Given figures like that some sort of basic income scheme; such as a payment of $100 per person per month, for Central Americans might be cheaper than border security. Something has to be done because the current border situation is unsustainable.
Would Basic Income help Central America?
A basic income would encourage economic growth by dispersing the funds to average people who would spend the money. An advantage to basic income is that average people would spend the money on food, housing, and consumer goods products that drive economic growth.
More economic growth would mean more jobs which would encourage more Central Americans to stay home. Increased economic growth would create more opportunities to start businesses and more taxes which would mean more activity. That too would generate additional jobs.
A basic income would certainly be more humane than deportation. Done properly, a basic income might kick start the Central American economies. History shows that the only way to stop mass immigration from a nation is to give it a high standard of living. There is no more mass immigration from Europe and Japan to the United States because of the prosperity in those regions.
Basic Income for Border Security
Basic income might also alleviate some of the other causes of immigration such as crime and gang violence. People join gangs and commit crimes because they are poor and desperate. For many young men in Central America the gang is the only “job” in town.
Beyond that a basic income for Central America would be an offensive measure while border security is defensive. The old saying “the best defense is a good offense” is a true one.
Defensive measures, always fail in the long run because they ignore the underlying causes. We need to start dealing with the real cause of the migrant crisis; which is Central American poverty, if we want a truly secure border.
Basic Income and Immigration Threaten Sovereignty
There is another potential objection to a basic income that must be addressed here and that is sovereignty. Direct payments from the US government to citizens of other countries would undermine those nations’ sovereignty.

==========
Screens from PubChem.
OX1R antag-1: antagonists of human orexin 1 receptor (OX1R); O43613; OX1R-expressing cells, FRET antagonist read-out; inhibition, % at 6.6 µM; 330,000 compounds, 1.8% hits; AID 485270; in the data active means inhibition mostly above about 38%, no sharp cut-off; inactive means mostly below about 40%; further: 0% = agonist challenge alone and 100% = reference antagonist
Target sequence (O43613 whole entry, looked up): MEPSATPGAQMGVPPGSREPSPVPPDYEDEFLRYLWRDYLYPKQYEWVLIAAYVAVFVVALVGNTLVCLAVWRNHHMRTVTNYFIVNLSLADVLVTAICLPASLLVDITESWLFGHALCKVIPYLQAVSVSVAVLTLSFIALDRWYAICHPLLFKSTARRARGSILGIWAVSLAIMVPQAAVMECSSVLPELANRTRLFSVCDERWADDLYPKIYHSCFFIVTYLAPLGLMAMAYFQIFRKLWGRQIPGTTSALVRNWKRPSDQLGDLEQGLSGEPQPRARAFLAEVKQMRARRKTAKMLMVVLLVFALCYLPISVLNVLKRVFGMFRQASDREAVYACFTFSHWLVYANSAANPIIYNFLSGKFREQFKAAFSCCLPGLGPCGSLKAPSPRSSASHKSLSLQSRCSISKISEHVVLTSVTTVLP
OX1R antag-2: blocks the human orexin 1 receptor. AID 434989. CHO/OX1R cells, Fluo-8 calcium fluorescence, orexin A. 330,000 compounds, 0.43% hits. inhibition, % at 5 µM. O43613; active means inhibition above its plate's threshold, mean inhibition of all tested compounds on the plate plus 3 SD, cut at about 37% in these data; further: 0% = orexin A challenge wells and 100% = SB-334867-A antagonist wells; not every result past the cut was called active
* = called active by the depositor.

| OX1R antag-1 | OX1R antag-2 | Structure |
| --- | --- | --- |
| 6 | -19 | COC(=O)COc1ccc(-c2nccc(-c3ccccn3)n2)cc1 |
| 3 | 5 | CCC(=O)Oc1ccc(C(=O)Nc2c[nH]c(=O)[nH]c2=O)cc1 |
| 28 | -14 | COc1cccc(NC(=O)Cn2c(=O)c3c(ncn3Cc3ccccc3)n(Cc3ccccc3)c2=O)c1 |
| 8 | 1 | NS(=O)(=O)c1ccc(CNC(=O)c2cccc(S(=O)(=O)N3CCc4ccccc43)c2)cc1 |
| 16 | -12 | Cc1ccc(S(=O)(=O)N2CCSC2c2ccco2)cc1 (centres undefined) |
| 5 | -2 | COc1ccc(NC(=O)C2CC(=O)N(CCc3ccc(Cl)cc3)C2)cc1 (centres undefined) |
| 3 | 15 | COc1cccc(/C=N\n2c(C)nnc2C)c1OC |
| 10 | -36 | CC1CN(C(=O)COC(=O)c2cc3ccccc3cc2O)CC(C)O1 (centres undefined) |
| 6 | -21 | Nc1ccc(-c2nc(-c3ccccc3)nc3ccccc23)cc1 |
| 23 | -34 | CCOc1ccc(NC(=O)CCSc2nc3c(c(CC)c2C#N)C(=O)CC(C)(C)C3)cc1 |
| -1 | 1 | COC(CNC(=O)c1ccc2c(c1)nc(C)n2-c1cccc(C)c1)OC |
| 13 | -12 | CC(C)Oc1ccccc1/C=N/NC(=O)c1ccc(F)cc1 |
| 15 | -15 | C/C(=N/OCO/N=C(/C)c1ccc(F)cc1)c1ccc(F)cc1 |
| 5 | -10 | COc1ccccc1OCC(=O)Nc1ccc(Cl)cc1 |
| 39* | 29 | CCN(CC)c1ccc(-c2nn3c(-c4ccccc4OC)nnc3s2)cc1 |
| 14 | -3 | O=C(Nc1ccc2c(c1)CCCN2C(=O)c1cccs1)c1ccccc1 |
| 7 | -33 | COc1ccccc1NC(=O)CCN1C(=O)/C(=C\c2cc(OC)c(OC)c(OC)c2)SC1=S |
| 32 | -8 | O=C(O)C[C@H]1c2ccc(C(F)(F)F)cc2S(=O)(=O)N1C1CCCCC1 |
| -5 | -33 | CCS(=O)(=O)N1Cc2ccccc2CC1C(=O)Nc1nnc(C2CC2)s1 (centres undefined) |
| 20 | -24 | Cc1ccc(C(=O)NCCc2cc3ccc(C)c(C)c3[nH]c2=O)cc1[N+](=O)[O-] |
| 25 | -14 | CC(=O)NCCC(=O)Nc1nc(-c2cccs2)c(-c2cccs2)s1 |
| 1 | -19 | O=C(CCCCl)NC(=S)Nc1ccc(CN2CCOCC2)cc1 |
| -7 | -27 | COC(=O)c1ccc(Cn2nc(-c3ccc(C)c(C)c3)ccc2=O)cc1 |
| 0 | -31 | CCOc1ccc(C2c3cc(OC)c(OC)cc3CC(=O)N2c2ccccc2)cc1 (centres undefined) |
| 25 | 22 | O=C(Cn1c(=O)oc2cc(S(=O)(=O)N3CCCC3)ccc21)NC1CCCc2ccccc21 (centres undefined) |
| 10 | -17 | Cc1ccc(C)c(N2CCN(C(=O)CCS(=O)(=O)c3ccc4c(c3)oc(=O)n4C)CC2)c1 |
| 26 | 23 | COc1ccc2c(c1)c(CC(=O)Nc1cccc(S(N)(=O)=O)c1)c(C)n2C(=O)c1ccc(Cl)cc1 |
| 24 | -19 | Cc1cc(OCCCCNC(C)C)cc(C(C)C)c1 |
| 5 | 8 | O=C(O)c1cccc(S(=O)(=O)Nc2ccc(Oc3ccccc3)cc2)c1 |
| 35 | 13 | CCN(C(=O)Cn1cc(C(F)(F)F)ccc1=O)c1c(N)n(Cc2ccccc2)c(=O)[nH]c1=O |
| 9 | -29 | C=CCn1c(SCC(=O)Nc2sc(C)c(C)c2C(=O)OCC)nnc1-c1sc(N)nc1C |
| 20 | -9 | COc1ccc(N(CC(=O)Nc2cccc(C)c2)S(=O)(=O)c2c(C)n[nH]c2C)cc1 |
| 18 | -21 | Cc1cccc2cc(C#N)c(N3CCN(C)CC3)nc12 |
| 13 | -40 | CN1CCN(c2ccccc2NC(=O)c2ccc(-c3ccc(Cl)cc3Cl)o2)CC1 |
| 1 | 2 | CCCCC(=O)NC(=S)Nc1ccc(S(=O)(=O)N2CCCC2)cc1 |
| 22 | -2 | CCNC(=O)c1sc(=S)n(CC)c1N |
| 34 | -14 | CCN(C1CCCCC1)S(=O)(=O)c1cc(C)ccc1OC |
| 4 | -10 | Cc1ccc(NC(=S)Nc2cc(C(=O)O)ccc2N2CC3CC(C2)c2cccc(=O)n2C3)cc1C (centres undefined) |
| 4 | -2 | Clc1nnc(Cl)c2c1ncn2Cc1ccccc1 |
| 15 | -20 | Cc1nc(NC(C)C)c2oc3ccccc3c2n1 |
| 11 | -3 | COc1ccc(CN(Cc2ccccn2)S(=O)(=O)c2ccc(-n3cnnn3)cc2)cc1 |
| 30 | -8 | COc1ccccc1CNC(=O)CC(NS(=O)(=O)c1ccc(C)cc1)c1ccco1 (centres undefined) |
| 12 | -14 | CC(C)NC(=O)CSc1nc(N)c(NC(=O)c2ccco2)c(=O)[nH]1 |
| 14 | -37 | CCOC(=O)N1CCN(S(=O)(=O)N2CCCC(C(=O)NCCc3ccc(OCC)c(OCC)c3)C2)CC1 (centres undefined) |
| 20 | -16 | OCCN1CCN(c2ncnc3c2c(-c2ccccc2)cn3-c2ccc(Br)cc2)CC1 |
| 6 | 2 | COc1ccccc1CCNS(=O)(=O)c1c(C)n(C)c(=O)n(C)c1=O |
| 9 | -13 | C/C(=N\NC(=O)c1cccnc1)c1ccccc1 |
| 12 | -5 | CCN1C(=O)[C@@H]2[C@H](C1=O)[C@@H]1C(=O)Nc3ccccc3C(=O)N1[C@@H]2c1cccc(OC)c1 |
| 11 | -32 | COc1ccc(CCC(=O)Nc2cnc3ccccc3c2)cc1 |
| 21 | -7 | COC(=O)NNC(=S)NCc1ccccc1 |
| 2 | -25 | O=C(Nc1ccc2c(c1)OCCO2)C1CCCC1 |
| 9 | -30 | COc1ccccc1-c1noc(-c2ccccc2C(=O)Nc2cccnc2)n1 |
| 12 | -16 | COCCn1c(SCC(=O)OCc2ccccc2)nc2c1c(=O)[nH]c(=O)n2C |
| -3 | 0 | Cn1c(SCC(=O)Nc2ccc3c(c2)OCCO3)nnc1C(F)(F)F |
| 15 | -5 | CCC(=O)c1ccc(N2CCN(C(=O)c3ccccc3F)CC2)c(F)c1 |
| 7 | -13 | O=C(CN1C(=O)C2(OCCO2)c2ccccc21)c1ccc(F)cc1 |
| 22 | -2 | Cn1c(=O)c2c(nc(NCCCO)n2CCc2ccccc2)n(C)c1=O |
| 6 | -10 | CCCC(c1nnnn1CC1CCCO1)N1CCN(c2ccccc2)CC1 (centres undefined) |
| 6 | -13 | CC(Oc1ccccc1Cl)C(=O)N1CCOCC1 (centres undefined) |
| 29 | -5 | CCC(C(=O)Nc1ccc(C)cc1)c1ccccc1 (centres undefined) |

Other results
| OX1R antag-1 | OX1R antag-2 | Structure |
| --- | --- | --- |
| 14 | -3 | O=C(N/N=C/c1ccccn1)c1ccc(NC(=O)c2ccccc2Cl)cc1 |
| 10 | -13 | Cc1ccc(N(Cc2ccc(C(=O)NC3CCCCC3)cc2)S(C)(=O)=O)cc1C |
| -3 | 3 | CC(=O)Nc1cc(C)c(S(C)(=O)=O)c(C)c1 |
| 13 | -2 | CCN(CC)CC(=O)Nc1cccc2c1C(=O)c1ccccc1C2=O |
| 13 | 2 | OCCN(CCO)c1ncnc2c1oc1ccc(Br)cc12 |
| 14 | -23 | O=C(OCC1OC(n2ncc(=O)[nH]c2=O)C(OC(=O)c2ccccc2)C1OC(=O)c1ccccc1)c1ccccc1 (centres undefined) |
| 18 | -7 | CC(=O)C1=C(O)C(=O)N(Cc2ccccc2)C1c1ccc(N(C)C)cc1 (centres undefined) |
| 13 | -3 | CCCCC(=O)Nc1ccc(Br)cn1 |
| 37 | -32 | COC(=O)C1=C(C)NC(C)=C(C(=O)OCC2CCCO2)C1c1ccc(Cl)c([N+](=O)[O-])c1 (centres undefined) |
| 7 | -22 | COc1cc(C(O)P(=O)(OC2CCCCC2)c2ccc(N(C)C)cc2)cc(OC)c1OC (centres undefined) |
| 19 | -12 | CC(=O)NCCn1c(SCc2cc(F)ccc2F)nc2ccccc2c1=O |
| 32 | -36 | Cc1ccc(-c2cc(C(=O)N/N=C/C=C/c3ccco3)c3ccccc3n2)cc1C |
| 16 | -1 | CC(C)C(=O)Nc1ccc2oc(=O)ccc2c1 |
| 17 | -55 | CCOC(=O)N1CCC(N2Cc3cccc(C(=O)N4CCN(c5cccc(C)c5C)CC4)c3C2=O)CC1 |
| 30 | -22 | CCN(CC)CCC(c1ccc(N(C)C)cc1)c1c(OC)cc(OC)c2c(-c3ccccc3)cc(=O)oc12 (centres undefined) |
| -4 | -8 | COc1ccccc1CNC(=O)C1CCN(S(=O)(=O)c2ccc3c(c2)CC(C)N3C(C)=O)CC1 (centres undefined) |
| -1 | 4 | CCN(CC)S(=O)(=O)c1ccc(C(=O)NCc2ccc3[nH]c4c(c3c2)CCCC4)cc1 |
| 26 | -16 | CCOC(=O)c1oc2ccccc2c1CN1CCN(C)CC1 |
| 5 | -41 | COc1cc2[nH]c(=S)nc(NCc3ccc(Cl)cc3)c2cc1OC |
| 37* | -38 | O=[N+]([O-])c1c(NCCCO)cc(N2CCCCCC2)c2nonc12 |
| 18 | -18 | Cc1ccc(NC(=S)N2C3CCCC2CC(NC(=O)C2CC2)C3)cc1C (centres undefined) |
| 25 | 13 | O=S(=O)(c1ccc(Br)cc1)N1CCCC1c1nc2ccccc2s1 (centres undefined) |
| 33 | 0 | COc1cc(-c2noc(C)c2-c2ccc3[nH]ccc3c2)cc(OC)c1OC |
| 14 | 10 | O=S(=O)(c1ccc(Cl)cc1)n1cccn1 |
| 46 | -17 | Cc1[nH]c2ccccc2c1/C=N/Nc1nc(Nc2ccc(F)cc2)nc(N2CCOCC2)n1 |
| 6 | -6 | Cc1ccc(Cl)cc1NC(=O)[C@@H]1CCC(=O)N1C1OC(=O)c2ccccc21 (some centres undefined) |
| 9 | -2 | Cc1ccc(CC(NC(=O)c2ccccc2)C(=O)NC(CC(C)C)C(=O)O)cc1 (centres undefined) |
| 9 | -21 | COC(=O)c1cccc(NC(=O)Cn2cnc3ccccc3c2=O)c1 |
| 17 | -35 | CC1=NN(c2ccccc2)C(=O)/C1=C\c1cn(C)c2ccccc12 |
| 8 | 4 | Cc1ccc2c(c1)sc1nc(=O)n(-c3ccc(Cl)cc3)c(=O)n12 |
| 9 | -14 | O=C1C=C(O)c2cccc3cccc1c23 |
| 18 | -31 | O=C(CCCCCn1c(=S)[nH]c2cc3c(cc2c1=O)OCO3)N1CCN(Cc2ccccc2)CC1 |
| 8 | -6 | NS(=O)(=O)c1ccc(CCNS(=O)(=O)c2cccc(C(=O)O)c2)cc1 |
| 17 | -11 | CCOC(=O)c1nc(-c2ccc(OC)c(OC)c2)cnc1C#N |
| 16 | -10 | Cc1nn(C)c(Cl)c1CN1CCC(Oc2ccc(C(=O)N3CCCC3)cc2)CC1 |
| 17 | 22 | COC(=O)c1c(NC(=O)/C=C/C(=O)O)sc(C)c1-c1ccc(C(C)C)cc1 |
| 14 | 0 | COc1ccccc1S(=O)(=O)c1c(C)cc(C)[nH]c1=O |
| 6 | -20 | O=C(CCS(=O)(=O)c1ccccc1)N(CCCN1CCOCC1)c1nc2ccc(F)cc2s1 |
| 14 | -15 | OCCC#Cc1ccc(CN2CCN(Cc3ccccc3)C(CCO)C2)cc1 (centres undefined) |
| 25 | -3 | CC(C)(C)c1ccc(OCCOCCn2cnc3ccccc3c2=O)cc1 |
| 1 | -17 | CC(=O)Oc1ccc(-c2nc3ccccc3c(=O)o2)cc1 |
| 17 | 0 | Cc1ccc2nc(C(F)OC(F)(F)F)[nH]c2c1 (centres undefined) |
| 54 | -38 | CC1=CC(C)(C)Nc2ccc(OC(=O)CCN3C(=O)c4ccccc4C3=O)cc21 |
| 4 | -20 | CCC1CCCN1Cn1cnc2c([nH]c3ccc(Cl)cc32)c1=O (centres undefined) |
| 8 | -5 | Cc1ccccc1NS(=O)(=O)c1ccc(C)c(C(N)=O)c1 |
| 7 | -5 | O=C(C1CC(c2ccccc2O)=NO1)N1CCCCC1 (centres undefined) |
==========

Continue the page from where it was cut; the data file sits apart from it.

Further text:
Since sovereignty is already being eroded by migration, that objection is questionable. The Central American nations’ sovereignty is already being undermined by mass emigration. The mass illegal immigration into the United States is also eroding American sovereignty.
Historically, the United States has often violated the sovereignty of Central American nations. Currently, Uncle Sam is paying for police forces in those countries, so sovereignty is a dead issue. The question is not should we violate sovereignty but how should we do so.
An obvious way to preserve “sovereignty” (or the illusion of it) would be to have the basic income dispersed by a private charity like GiveDireclty or Horizon.ngo; or the Bill and Melinda Gates Foundation, or a religious entity like the Roman Catholic Church. That system would not be perfect but it might depoliticize the payments.
Americans that oppose illegal immigration might put their money behind their beliefs by donating some of their own cash to a basic income scheme perhaps one operated by Give Directly. Wealthy Americans opposed to immigration would do their cause more good by redirecting their donations from campaign donations to politicians like Donald J. Trump to basic income for Central America.
One thing is certain more investment in border security will not end the migrant crisis. It is time to start exploring creative solutions like the Basic Income before the crisis spirals out of control.
This commentary initially appeared at Market Mad House your tribune of Basic Income.